In the past week, a GOP-led dark money group from Arizona that had barely spent any money on federal races has dropped more than $1.2 million to oppose President Barack Obama, as well as $60,000 to oppose Utah’s only House Democrat, Jim Matheson.
The nonprofit group, Americans for Responsible Leadership (ARL), organized as a 501(c)4 under the tax code, does not have to disclose its donors under federal law. However, it may be compelled to do so because of a strikingly large $11 million donation to a political organization in California. The state’s Fair Political Practices Commission (FPPC) is suing ARL, accusing it of knowingly giving to a political campaign, which requires donor disclosure. The FPPC and ARL are supposed to appear at a Sacramento court hearing on Wednesday. The web site Talking Points Memo has more details on the case.
The organization had barely spent any money on federal races until Oct. 23, when the spree began. It’s one of many organizations that have waited until the 11th hour to drop money into presidential and congressional elections.
ARL’s money is going towards phone calls to voters. Its Federal Election Commission reports say it is paying a North Carolina company called Headway Workforce Systems for “voter contact phones: personnel” and Washington, D.C.-based Angler, LLC for “voter contact: system.” Headway provides call center staffers and survey researchers. Angler specializes in “precise targeting” and “making sure that every dollar spent goes towards communicating with a target voter is critical to success,” according to its website.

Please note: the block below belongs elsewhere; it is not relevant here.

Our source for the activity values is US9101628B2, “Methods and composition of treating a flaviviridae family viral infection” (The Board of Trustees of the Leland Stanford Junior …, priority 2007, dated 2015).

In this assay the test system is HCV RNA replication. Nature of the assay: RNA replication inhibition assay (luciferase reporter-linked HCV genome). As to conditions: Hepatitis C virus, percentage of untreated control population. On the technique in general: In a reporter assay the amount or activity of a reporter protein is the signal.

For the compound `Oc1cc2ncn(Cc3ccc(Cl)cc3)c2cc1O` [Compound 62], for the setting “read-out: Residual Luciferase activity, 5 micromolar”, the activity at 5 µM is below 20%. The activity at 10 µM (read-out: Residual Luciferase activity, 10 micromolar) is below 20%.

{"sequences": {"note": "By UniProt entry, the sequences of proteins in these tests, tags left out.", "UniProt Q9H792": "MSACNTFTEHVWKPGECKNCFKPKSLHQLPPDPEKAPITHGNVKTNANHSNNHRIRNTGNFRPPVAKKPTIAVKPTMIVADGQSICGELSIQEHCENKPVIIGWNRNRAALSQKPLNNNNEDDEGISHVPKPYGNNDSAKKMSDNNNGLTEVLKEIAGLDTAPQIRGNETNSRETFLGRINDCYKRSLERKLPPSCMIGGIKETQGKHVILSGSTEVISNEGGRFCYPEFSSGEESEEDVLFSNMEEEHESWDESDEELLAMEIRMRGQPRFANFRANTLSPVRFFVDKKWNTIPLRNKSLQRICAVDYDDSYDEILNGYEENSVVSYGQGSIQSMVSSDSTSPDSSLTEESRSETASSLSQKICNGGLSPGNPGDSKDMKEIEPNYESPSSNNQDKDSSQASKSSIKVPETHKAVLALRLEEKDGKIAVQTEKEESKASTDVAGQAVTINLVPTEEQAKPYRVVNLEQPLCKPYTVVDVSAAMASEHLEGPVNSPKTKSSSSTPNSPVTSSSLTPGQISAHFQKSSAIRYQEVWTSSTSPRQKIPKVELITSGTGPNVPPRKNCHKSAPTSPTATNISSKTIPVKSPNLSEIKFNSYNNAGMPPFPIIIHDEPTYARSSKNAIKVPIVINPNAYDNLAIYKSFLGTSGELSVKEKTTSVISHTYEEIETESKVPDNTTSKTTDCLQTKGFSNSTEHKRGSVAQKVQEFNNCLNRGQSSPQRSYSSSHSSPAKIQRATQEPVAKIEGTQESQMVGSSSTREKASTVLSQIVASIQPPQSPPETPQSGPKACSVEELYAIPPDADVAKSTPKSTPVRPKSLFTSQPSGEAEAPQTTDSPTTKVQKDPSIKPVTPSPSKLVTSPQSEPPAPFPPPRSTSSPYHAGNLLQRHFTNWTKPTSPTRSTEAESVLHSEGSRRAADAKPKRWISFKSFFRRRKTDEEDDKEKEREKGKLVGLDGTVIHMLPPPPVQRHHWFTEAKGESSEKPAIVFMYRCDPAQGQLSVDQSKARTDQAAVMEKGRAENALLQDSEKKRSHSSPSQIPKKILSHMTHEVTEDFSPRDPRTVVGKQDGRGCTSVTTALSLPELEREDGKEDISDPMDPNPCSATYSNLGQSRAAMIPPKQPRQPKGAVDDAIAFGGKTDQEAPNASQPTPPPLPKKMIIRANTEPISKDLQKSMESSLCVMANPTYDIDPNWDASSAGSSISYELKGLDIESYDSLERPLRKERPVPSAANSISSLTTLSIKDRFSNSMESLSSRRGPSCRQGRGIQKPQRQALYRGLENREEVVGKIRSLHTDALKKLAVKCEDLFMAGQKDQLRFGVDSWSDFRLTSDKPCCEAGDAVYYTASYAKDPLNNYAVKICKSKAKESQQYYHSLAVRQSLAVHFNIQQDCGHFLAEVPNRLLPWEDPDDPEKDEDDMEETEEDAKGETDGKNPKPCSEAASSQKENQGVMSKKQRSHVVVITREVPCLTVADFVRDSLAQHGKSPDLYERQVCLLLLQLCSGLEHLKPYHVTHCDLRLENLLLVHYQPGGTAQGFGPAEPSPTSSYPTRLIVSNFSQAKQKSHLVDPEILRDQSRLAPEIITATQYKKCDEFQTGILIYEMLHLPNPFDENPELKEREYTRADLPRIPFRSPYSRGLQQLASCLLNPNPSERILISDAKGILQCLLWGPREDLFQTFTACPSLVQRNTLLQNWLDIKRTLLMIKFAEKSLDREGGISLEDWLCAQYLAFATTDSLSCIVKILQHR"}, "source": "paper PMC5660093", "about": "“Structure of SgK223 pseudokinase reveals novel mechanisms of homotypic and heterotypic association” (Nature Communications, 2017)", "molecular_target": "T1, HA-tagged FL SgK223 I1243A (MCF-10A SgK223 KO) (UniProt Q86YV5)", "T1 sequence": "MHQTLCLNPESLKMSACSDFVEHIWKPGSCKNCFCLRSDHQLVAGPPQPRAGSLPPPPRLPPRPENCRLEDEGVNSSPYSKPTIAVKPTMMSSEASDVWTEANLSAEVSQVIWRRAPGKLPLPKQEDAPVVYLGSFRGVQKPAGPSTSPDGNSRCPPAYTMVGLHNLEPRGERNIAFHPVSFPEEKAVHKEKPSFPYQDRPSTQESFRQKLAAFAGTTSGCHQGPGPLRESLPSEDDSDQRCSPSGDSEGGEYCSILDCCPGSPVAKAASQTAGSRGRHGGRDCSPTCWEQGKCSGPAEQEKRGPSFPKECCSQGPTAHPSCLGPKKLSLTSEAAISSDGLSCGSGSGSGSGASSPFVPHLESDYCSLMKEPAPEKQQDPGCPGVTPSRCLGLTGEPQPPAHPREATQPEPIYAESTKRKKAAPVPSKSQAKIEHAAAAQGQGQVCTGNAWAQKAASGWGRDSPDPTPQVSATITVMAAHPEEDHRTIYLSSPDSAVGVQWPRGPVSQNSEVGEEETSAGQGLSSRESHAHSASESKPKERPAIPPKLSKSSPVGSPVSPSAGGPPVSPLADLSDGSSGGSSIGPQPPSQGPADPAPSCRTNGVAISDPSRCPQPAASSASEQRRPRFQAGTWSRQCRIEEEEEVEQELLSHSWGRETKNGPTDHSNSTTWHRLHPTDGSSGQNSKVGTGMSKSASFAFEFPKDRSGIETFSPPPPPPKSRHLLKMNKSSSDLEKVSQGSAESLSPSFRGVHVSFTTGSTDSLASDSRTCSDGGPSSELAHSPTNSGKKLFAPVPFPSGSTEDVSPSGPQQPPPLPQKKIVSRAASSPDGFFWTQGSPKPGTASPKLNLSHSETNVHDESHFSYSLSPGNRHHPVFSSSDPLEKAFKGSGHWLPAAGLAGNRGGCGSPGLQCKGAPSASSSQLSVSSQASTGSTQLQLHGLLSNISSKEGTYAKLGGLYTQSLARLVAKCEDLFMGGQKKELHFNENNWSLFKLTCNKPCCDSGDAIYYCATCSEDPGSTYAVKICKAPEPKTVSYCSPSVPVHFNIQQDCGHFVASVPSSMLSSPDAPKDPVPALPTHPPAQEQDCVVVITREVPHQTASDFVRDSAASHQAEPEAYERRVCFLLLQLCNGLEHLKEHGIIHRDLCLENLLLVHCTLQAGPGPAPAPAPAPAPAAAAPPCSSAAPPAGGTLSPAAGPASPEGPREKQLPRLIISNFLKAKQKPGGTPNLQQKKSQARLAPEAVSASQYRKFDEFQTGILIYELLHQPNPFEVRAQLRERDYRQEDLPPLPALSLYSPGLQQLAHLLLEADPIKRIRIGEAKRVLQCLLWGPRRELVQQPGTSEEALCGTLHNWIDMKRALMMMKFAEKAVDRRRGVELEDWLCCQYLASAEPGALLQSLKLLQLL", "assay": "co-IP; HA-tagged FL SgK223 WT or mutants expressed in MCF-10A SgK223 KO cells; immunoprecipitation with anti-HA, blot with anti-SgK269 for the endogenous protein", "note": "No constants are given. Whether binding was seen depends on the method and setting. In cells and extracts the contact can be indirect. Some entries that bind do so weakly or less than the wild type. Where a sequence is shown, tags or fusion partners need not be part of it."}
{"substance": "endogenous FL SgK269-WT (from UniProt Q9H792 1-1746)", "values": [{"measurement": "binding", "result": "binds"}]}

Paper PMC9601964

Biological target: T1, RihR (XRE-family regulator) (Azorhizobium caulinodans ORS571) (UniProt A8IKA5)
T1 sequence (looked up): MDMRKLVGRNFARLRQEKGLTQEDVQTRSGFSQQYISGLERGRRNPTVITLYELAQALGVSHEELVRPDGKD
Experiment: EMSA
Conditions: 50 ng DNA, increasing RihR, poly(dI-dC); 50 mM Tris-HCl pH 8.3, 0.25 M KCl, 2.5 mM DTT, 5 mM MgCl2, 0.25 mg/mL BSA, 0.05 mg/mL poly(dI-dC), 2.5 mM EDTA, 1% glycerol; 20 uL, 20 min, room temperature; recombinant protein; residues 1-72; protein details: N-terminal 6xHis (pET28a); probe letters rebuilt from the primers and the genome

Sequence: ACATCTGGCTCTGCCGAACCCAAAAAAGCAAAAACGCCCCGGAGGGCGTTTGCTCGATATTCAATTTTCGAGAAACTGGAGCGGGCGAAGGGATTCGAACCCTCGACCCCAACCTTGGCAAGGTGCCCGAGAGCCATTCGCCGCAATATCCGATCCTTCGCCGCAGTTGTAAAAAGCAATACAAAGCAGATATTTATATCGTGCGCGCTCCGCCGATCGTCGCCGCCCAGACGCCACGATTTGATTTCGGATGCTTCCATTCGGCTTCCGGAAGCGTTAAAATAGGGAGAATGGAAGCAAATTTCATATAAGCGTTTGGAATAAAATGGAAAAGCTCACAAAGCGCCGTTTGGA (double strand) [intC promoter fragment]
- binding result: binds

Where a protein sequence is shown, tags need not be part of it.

The group’s newly-appointed president is former Arizona Speaker of the House Kirk Adams. He lost the GOP nomination in Arizona’s 5th District this year, an open seat because Rep. Jeff Flake is running for Senate. He could not be reached for comment.
Two of the organization’s founders, Robert S. Graham and Eric Wnuck, have unsuccessfully run for office in Arizona in the past and Graham authored an anti-union book. Another, Steve Nickolas, is a beverage industry executive, TPM reported.
In a court filing, ARL’s lawyer, Jason Torchinsky of the Virginia-based law firm Holtzman Vogel Josefiak, denies that the donation to the California group was earmarked for state ballot measures. Torchinsky was also the lawyer behind a conservative nonprofit that sued the FEC because it could not decide whether the nonprofit's proposed TV ads criticizing the Obama Administration amounted to "electioneering," meaning they would have to be disclosed. A federal judge ruled earlier this month that the nonprofit had to disclose some of them, as Sunlight reported.